What about those “angel investors“ you hear so much about? Well, some of them are willing to invest in design, but you’ll need to have a ton of experience in the industry, a rock-solid business plan, and preferably several successful projects like this under your belt already. Investors are thorough, and tend to make decisions by committee, so expect to be subjected to a thorough look-over, and meetings with a lot of different parties, before any money comes your way. And be wary that investor money always comes with strings attached, too. They’ll own a part of your company, so they’ll want a say in major decisions, projects, and the overall direction of the studio.

Finding Clients

From Got Credit

Do you want to take anyone who’ll pay, or only locally-sourced, organic, indie, artisanal, fair trade vegan cupcake shops whose politics align exactly with yours? Actually, for the purposes of this article, it doesn’t matter. Determine how workable your restrictions are, put them in your business plan, and move on.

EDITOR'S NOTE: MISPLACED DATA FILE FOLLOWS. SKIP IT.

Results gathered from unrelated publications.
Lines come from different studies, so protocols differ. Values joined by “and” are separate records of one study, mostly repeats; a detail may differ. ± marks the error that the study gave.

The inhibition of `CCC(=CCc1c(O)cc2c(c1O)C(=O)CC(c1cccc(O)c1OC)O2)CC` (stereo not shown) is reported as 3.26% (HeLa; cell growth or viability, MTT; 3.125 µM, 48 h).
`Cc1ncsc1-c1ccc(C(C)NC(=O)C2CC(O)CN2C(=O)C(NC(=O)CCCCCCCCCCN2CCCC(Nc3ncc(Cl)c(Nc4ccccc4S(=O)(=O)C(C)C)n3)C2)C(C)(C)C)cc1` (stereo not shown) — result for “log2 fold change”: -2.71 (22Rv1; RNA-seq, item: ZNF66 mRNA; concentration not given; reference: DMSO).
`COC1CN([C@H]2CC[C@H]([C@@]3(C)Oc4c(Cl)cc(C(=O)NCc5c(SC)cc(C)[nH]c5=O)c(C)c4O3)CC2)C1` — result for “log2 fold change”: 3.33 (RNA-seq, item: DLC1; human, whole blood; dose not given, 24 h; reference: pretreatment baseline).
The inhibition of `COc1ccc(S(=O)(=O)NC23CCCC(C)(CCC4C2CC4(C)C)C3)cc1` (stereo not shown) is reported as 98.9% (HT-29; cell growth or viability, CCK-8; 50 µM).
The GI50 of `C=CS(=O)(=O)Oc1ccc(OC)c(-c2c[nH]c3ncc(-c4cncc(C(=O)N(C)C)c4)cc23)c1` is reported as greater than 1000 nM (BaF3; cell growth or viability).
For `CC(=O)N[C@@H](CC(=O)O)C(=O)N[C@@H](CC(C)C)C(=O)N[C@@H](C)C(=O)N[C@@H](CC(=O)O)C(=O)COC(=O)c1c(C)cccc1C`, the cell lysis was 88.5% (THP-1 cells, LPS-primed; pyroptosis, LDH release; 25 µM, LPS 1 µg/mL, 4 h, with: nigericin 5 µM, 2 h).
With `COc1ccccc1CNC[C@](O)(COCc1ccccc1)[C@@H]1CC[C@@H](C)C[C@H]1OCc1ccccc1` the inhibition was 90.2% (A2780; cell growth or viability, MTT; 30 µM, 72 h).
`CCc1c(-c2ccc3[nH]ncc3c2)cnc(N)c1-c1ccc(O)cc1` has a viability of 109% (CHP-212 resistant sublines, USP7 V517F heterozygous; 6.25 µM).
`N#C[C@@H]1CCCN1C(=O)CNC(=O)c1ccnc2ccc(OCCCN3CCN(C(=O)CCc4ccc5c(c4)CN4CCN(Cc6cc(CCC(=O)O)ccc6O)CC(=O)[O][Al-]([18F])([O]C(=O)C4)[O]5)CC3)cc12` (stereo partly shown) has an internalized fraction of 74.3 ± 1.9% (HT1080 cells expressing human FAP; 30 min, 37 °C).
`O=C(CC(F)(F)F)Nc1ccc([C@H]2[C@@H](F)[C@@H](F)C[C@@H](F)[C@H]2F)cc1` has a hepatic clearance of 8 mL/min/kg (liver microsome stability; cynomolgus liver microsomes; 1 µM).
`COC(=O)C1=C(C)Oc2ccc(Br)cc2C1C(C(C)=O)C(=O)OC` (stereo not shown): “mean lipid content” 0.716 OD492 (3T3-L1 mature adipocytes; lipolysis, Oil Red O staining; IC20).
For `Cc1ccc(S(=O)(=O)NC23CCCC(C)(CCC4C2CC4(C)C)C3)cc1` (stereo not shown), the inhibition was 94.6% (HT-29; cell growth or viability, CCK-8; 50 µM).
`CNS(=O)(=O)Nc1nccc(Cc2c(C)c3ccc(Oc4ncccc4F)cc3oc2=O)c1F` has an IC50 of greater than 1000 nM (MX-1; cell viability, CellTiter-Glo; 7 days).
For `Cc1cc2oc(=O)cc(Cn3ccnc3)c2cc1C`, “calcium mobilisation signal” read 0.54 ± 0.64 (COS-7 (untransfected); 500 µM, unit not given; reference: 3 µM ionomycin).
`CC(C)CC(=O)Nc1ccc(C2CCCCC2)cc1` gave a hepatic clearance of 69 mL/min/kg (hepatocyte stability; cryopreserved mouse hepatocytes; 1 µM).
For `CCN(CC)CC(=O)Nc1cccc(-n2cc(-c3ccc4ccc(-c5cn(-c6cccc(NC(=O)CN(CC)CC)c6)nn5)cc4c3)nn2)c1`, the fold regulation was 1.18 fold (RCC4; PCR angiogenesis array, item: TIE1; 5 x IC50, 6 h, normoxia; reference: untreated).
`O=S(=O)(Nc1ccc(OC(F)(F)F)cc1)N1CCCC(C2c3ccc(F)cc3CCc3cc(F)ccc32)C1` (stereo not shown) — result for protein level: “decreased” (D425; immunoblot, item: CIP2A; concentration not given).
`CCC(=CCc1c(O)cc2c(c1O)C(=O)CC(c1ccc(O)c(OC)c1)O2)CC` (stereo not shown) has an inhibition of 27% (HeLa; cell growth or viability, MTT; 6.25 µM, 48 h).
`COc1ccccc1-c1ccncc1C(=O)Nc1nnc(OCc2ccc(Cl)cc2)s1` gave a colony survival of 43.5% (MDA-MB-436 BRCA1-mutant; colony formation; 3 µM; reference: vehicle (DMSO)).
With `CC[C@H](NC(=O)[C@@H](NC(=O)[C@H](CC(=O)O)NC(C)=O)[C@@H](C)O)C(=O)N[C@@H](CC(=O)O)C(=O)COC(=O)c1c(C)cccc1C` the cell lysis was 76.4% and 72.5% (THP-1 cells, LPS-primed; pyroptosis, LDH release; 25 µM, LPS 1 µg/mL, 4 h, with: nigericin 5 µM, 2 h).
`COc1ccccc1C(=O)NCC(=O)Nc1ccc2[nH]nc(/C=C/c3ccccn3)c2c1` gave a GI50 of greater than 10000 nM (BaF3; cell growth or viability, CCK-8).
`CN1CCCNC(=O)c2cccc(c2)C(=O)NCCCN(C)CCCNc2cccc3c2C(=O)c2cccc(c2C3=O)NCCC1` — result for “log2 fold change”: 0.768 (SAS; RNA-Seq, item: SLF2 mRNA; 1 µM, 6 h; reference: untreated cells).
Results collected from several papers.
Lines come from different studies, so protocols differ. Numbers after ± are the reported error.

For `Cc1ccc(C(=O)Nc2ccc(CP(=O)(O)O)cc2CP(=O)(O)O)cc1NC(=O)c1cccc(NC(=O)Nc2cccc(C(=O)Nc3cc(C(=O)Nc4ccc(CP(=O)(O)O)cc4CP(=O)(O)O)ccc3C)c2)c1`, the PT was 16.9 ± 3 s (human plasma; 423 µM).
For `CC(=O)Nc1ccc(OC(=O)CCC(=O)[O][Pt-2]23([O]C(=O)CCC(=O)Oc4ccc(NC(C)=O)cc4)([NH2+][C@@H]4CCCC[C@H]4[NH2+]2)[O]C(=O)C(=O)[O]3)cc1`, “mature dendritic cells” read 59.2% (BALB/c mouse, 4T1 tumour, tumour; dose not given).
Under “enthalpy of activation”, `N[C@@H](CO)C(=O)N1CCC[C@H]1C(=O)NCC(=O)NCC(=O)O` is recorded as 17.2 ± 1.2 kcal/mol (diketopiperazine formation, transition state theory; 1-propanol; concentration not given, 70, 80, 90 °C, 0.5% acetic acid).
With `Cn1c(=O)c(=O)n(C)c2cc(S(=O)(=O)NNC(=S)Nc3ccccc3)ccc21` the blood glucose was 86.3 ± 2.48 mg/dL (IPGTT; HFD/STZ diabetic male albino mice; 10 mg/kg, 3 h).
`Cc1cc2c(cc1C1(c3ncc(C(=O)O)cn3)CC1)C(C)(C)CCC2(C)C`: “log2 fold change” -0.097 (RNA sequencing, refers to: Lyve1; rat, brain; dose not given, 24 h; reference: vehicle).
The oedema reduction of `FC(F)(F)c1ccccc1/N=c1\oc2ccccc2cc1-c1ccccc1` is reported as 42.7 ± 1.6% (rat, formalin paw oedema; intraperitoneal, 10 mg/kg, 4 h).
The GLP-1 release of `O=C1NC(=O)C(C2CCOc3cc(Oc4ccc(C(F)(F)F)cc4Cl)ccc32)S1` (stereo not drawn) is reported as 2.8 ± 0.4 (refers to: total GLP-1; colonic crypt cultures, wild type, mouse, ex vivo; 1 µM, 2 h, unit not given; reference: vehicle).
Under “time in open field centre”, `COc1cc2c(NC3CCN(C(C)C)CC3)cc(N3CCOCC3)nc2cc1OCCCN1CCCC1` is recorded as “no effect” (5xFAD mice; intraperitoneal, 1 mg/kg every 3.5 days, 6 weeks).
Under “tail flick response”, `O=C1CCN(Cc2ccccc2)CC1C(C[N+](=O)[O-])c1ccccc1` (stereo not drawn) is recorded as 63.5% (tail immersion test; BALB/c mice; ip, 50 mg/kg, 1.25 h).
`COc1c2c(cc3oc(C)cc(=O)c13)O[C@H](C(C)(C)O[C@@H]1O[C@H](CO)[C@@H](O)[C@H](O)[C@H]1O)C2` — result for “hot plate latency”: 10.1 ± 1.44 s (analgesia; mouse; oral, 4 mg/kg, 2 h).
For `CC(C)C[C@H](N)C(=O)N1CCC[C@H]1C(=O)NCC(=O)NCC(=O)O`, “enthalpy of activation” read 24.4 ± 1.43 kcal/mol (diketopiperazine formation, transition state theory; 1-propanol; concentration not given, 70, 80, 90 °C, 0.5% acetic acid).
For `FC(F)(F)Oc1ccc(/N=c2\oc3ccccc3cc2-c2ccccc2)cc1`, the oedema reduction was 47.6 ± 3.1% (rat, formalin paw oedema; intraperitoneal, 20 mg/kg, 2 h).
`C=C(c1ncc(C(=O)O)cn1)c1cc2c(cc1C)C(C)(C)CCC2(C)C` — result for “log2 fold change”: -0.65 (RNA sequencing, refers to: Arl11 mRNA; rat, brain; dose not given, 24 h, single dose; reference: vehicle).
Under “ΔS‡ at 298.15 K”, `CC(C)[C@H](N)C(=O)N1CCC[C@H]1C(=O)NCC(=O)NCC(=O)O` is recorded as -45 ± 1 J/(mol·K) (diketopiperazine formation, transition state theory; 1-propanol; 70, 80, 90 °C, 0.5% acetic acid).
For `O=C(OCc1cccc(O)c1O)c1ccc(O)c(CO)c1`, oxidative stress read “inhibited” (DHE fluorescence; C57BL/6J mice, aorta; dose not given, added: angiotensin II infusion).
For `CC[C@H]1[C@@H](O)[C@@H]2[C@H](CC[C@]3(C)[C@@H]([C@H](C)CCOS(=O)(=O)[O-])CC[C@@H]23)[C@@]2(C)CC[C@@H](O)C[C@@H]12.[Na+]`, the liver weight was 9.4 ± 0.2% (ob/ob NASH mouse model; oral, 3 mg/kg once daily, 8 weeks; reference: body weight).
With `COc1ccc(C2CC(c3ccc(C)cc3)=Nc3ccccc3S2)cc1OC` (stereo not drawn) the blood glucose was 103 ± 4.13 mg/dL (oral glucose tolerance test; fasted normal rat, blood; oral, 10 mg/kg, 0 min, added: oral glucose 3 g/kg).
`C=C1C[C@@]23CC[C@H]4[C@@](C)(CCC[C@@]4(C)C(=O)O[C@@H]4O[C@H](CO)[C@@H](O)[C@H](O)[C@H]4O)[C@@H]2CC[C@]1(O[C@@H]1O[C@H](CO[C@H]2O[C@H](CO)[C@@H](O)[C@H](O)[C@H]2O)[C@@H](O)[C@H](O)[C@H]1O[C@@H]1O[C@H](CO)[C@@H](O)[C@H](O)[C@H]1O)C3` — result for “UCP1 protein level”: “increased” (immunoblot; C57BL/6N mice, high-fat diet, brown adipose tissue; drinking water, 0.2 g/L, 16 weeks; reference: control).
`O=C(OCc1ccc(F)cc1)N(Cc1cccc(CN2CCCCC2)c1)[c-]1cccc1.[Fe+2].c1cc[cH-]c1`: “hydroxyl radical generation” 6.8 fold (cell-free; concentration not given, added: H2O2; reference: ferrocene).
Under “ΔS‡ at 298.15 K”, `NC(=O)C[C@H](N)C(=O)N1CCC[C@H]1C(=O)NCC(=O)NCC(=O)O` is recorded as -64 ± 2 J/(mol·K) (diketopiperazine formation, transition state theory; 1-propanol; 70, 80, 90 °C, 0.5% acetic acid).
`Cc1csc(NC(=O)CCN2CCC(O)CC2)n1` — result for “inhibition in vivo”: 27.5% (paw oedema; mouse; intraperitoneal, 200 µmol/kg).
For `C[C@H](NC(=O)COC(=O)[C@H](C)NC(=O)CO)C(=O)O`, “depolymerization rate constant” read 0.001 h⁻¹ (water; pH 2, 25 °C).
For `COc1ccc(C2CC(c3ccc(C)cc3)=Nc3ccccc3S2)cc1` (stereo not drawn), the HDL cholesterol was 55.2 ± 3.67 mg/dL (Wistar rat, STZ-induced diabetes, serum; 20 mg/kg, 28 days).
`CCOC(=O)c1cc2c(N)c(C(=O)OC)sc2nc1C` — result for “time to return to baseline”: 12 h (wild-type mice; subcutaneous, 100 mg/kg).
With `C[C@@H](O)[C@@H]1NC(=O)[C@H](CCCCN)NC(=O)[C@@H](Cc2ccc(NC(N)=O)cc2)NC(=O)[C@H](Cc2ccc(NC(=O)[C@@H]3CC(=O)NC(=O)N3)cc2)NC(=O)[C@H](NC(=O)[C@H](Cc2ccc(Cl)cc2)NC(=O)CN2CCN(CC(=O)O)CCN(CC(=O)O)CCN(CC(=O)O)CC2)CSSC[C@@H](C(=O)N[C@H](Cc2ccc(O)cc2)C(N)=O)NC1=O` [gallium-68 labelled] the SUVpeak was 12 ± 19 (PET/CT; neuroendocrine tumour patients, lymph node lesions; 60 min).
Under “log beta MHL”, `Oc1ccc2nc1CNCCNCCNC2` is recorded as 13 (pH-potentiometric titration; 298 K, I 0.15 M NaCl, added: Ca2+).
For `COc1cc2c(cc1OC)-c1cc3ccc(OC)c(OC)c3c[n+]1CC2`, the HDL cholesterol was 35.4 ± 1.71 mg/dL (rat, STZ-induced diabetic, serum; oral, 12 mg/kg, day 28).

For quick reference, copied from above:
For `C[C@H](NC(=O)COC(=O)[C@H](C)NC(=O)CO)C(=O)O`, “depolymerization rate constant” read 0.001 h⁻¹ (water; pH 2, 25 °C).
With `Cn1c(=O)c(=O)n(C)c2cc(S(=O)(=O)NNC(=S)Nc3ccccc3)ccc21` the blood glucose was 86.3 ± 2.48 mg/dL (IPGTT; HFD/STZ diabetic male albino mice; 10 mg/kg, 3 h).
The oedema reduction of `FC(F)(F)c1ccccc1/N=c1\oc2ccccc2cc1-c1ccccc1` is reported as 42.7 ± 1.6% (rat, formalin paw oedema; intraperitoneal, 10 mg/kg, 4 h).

The important part is, you’ll need to spend between 10% and a quarter of your time aggressively marketing to your target audience. Network with people outside your industry, send out pitch letters and emails as well as social networking, start building an email list, and when you have the budget for it, design some slick ads and start sending them out via targeted mail and online campaigns.

As van den Akker said, start small, then use the portfolio you accumulate to find new clients. “Stefan Sagmeister, from Manhattan design firm Sagmeister & Walsh, agrees. “[Our] first music client was... a band where I was friends with the singer. We got paid the equivalent of $ 8.00 per hour. But the CD packaging was nominated for a Grammy and got us a real foot in the door with the record labels.”